. According to researchers “Our results demonstrate that there is a cognitive advantage to be realized if we spend time immersed in a natural setting. We anticipate that this advantage comes from an increase in exposure to natural stimuli that are both emotionally positive and low-arousing; and a corresponding decrease in exposure to attention-demanding technology.”
You don’t have to live near the mountains to enjoy hiking. You can still get a great workout on trails at your city park; stepping over tree roots and balancing over uneven terrain is harder than it sounds! A great website for finding trails nearby is AllTrails.com
. For each trail, AllTrails displays the length (miles), duration (minutes), and difficulty (easy, moderate, and hard), so choosing a trail that works for you is a cinch.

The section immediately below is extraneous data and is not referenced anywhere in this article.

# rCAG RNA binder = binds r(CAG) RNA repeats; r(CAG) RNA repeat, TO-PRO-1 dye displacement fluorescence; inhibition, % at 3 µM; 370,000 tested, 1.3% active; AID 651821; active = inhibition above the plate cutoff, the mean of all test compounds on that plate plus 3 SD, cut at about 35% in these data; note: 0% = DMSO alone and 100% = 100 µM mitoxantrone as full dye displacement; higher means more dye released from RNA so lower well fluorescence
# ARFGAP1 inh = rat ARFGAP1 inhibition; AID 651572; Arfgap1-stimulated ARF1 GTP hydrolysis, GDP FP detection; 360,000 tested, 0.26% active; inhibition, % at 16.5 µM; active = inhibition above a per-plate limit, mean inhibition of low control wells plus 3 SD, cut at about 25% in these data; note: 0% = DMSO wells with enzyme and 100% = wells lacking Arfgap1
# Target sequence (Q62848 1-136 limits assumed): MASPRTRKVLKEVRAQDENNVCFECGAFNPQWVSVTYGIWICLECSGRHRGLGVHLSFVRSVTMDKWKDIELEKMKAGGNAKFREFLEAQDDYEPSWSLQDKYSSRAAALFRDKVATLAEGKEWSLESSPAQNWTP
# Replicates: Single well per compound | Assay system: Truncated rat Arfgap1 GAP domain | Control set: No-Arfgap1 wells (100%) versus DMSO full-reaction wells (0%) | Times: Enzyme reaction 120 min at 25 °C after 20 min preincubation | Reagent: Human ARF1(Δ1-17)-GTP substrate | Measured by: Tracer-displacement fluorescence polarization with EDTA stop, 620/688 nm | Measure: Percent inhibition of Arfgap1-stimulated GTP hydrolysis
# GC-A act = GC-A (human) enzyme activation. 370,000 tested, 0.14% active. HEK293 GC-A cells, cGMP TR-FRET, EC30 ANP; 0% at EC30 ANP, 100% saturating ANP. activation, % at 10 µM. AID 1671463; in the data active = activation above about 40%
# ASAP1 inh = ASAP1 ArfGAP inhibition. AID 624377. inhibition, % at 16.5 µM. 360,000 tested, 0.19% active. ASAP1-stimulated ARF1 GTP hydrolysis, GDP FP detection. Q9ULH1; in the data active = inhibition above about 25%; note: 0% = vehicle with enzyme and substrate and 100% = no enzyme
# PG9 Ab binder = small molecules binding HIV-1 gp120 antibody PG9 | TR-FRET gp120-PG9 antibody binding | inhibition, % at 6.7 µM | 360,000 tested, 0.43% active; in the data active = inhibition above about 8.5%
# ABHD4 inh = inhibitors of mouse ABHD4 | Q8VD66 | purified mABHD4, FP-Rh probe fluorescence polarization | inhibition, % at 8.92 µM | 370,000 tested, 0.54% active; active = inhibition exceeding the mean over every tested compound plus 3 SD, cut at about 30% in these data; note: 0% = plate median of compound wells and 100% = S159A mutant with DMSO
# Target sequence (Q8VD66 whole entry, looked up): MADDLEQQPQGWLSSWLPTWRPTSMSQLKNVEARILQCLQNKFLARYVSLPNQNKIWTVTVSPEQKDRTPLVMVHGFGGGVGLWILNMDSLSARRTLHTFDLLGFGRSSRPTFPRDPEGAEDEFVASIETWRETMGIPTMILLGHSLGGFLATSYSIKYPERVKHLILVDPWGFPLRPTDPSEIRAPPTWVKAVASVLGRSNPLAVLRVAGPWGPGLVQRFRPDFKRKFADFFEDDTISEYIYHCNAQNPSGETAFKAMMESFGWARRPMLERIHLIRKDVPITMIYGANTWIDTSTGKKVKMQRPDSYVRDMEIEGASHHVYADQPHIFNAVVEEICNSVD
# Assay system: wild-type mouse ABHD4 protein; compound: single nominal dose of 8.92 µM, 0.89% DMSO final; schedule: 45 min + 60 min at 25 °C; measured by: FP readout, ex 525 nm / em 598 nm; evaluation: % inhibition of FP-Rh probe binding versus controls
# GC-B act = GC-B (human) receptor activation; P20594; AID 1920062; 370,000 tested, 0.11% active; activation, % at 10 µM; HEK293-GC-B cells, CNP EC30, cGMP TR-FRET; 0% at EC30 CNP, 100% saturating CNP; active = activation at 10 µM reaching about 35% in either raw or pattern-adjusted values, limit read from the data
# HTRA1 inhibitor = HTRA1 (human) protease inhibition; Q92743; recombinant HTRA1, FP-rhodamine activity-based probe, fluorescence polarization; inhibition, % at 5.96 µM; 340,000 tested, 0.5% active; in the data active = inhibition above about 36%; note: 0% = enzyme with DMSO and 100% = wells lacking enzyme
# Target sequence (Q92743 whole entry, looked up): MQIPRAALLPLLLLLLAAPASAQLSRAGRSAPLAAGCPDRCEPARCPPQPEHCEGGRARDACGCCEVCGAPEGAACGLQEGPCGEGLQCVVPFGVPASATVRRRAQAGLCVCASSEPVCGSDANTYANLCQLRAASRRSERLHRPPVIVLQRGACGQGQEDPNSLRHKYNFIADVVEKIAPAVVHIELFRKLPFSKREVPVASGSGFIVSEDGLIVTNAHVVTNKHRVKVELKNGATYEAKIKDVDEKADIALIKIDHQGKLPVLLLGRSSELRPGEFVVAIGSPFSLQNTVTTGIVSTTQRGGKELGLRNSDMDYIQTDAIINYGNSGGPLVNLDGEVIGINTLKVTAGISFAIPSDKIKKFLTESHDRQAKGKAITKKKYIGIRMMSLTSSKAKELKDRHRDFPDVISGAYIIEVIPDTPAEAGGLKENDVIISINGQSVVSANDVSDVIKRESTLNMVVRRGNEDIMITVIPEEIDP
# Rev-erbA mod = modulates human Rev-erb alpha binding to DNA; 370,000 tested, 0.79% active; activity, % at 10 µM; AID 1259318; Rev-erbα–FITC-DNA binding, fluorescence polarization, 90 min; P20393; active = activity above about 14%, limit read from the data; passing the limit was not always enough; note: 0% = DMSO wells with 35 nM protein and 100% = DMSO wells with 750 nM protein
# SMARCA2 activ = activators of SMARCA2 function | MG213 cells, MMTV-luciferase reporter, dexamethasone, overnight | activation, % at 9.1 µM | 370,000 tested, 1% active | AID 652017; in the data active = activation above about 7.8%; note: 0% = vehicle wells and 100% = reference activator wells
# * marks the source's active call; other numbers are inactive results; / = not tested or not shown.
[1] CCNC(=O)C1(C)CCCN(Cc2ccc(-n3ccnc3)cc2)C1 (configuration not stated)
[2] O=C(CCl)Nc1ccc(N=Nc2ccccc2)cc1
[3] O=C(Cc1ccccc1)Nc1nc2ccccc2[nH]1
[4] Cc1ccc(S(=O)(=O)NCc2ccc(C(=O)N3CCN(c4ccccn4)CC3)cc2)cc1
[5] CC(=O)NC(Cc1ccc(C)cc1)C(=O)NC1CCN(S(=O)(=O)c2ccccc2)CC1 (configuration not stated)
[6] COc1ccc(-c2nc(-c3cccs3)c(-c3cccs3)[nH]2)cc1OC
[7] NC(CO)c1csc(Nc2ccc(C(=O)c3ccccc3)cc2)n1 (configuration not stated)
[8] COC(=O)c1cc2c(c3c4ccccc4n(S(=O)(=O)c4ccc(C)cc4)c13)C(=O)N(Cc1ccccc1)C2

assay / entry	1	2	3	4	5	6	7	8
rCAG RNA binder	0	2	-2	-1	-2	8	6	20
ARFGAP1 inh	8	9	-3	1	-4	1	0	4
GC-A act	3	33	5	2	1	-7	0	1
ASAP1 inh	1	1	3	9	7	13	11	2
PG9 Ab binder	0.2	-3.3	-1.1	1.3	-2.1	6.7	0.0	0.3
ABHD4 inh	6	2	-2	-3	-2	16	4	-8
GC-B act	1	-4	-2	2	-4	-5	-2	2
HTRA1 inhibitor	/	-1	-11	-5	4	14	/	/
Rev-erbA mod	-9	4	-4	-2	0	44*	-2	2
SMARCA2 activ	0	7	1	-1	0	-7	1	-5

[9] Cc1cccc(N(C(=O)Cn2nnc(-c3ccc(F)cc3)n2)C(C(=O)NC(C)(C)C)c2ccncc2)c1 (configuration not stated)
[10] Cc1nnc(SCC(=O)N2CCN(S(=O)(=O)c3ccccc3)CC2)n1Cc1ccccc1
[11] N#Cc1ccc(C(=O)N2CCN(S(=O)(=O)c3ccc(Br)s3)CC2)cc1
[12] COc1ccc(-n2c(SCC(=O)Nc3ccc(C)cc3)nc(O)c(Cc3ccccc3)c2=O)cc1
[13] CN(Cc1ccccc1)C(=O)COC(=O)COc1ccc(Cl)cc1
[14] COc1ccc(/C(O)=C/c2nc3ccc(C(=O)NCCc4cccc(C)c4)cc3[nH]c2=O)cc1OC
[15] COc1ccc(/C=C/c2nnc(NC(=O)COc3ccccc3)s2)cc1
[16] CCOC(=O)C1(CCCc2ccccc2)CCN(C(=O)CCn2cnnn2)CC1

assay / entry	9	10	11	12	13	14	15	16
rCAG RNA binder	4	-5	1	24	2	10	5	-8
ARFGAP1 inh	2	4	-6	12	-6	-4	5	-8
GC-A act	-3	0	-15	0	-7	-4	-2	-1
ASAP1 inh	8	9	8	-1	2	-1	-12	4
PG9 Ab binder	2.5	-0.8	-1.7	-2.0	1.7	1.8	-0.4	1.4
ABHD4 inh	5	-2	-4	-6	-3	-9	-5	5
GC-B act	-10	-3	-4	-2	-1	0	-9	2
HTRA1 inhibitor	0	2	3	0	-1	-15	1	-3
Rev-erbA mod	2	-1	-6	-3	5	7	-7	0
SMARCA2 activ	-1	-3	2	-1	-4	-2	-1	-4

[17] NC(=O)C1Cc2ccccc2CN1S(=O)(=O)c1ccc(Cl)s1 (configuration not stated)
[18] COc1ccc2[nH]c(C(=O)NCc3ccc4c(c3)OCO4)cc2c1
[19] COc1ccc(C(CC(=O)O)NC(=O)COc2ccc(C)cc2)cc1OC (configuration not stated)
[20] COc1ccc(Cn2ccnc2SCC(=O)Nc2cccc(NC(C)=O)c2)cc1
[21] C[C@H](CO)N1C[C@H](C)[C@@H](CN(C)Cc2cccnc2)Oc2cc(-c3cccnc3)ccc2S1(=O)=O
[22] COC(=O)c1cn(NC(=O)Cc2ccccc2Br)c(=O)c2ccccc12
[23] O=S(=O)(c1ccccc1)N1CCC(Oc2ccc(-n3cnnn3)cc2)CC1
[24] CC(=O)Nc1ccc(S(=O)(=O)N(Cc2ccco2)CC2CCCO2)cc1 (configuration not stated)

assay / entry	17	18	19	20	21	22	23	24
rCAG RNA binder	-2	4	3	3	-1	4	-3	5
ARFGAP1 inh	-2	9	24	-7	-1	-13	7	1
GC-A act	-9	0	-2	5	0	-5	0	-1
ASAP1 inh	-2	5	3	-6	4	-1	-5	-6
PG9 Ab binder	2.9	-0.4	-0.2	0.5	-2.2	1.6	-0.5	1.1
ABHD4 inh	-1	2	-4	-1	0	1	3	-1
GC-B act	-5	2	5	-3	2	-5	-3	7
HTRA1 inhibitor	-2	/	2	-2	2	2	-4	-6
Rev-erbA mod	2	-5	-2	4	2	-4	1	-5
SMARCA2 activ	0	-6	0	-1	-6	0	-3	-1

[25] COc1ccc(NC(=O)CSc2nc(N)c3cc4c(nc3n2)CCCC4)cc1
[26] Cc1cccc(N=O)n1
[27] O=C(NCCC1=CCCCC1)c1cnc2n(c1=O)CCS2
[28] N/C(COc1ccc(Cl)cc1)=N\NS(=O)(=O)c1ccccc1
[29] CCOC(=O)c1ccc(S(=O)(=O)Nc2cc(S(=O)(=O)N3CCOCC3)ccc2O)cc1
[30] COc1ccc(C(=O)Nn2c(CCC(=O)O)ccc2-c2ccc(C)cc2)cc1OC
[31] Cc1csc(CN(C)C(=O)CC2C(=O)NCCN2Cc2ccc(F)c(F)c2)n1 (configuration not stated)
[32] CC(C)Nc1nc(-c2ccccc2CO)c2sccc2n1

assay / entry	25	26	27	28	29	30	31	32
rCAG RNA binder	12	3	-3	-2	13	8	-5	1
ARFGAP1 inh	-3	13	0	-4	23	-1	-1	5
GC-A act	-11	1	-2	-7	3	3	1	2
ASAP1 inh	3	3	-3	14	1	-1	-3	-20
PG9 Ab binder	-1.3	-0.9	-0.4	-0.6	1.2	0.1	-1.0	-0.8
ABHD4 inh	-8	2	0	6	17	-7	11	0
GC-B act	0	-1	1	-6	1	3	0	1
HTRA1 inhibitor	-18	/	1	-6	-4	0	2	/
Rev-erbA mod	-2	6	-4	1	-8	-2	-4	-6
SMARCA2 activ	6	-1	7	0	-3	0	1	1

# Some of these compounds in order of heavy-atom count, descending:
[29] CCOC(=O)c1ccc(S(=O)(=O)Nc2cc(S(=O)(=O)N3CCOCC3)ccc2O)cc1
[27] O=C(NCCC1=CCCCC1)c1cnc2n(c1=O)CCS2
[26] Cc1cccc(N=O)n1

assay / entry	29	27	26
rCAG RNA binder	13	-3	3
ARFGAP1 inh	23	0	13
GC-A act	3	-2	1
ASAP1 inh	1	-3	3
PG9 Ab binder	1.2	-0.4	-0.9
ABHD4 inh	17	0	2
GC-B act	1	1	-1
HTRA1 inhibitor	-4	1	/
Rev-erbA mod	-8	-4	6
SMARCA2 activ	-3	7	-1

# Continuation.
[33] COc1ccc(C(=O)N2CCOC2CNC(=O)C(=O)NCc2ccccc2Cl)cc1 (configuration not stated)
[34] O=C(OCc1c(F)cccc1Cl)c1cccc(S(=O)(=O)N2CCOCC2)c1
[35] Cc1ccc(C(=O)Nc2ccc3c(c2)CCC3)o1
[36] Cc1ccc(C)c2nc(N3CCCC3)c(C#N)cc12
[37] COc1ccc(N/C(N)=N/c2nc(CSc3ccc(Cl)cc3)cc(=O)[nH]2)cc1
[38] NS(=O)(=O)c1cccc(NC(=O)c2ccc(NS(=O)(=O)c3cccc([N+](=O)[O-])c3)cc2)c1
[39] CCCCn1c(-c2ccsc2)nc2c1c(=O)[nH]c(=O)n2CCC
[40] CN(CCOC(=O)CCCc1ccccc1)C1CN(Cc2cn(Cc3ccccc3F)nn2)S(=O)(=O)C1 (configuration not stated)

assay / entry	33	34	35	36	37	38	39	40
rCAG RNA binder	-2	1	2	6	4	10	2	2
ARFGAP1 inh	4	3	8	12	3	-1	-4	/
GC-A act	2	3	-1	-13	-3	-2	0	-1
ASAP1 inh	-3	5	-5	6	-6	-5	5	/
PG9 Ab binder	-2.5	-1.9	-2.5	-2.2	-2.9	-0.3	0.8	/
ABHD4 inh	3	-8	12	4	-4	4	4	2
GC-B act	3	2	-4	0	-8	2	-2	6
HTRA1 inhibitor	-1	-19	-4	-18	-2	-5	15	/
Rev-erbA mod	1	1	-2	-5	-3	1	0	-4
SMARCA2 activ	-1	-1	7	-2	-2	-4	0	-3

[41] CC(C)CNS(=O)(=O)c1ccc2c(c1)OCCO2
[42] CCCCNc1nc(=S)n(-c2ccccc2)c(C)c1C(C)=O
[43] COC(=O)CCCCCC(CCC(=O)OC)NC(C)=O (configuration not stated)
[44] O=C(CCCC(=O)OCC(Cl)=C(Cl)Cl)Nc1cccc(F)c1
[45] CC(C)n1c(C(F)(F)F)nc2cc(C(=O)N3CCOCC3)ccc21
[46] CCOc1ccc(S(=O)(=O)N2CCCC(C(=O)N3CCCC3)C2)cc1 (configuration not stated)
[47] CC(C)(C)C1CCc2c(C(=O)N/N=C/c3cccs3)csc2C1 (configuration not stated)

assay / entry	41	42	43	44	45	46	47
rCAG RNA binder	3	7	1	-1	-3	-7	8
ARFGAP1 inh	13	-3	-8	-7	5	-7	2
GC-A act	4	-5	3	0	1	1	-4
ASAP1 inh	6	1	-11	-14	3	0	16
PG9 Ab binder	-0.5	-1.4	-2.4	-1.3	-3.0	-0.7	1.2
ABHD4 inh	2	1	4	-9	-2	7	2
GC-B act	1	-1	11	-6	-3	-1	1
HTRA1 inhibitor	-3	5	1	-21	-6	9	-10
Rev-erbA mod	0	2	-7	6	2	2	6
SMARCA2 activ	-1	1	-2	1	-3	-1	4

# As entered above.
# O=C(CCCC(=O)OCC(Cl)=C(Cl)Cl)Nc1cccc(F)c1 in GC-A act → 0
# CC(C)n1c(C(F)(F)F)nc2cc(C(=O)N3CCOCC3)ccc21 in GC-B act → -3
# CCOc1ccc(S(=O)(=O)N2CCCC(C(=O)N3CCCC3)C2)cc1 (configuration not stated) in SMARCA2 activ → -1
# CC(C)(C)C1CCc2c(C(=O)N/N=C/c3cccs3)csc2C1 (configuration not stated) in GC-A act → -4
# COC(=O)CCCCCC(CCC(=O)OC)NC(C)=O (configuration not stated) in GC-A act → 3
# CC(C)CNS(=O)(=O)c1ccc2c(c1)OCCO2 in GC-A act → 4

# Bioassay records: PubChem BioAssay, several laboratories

Before you hit the trails it’s important that you prepare. Always wear sunscreen and bug spray. Be sure to pack extra water, snacks, and a first aid kit. Then it’s time to get outside and explore some trails!
2 days, 12 hours ago
By Crystal H. Shelton, Senior Scientific Researcher
(Recipe by Diana Keuilian)
For a healthy back to school lunch, try this Creamy Chicken Salad. It’s dairy & mayonnaise free, easy to make and your kids will love it!
Creamy Coconut Dressing
•1 (14oz) can coconut milk, full fat
•¼ cup fresh cilantro, chopped
•1 Tablespoon apple cider vinegar
•1 Tablespoon coconut oil, melted
•⅛teaspoon garlic powder
•Lemon zest (all you can get from one small lemon)
•1 teaspoon lemon juice
•1 cup celery, finely chopped
•1 cup red grapes, halved
•½ cup pecans, chopped
•1 apple, finely chopped
•4oz can mild chopped green chilies
•1 lb. roasted chicken, chopped
For the Creamy Coconut Dressing: Combine all of the ingredients in a medium bowl. Whisk well and then set in the fridge to chill while you prepare the salad.